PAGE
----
It seems arrogant to think that anything I might say would be wise enough to impact another person. I have my insights and perspectives but I often imagine people reading these posts and think, “there he goes again….” But there are so many adages that I have heard and it may be better to share a few of those things my mom used to say; they changed my life, obviously. I sure miss my mom and maybe revisiting a few of her favorite phrases might help me continue to be the man that she wanted me to be.
Being angry at someone is like throwing a hot coal, you’re the first one burned and usually a lot worse than the other person. Mom couldn’t be more right, she borrowed this from Buddhist wisdom, I don’t know if she knew that, but I have to give credit where credit is due. Buddha was a little (2500 years) before my mom’s time. But the point is timeless. We all have the base emotions, but dwelling in anger or other negative emotions is pointless. The experience of life is about suffering hardship and growing from them. Without the growing, life is just suffering, and that is pointless.
Imagine what people will say about you when your gone, than live backwards and give them reason to say it. Mom always had long distance vision. It was the “right now” stuff that she had problems with. Every morning we drove to school together, my school was far away from home and she dropped me on the way to work. She always had some loaded conversation starter ready to combat any silence. One time she asked me what would be written on my tombstone. I was about 12ish, so that didn’t freak me out too bad. But it made me think a lot. What would I want it to say, for all eternity? (or until the stone breaks). I used to say that I wanted it to read “Finally some sleep.”But if I could choose now I would write “OK, What’s Next?” What would you want your’s to say? Leave a comment below, I would love to hear your thoughts.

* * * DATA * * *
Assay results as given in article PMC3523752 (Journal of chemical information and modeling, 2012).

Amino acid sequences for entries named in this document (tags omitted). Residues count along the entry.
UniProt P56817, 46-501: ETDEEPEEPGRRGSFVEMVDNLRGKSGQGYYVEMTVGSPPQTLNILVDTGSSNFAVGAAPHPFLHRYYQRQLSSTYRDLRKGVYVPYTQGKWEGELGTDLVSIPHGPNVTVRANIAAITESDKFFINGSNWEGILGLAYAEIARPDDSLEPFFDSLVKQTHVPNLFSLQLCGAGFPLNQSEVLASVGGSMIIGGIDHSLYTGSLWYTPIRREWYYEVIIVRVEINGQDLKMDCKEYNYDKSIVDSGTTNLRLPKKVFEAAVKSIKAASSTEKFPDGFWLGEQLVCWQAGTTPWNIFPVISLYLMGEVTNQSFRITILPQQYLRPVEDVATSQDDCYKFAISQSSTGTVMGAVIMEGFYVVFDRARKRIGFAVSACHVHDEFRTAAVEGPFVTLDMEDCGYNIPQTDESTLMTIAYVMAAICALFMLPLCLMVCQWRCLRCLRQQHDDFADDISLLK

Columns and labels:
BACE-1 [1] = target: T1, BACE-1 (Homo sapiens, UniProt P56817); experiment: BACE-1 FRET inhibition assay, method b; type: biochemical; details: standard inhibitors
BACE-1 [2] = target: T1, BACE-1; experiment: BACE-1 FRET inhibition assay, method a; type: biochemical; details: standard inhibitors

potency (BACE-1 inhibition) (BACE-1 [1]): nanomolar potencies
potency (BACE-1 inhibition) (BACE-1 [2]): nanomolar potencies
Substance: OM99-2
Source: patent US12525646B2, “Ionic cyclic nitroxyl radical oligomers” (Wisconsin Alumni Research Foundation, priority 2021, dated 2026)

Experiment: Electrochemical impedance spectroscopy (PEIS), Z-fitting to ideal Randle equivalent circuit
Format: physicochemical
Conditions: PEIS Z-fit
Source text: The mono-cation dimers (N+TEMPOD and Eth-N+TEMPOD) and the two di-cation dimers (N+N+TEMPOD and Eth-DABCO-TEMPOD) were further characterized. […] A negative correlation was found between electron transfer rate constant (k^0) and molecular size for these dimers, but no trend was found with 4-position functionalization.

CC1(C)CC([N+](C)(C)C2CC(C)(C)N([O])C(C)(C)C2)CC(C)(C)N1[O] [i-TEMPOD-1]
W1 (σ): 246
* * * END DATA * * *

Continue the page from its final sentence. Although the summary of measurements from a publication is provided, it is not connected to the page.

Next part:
She had two that, to me, meant the same: “A rising tide lifts all ships” and ” If everyone swept in front of their own house, the whole street would be clean.” Mom said, we all have responsibility to make the world a better place, and in doing so we make it better for ourselves. What a lovely way to be selfish. I live by these words everyday. In fact I originally got involved in being a consultant to other gymnastics businesses because I believe that if I can affect the tide, I can grow my own business. If all children’s businesses get better, mine will too. Is there a way that we can practice that on a day to day level in our lives? Easily right? Just be nice.
As a kid I never danced at weddings because I was self conscious and didn’t want to embarrass myself. She would say to me “You stand out more by not dancing than if you just had fun and didn’t care what anyone else thought.” She was right there too, but that one confused meas a kid. I thought that maybe it meant that I should go along so I didn’t stand out too much. But those of you who knew me in my youth, from mowaks to my choice of sports, I pretty much was solo. A lot. As I grew I focused on the other part of the adage; I learned that worrying about what others thought of me was like worrying about the weather; if it’s going to rain, it’s going to rain. (That was from Mom too).
My mom’s birthday was April 22nd. She passed away almost 8 years ago and I miss her everyday. I was the youngest of 3 boys in a single parent home and mom learned how to parent by trial and error. My 2 brothers sometimes reflect back on mom’s fallabilities. But I remember mom as more experienced. She was an expert in my eyes and I regret that I don’t have her to draw answers from now that I am a parent. But I will always remember the things she said; each little bit of wisdom. Thanks mom, I love you, Happy Birthday.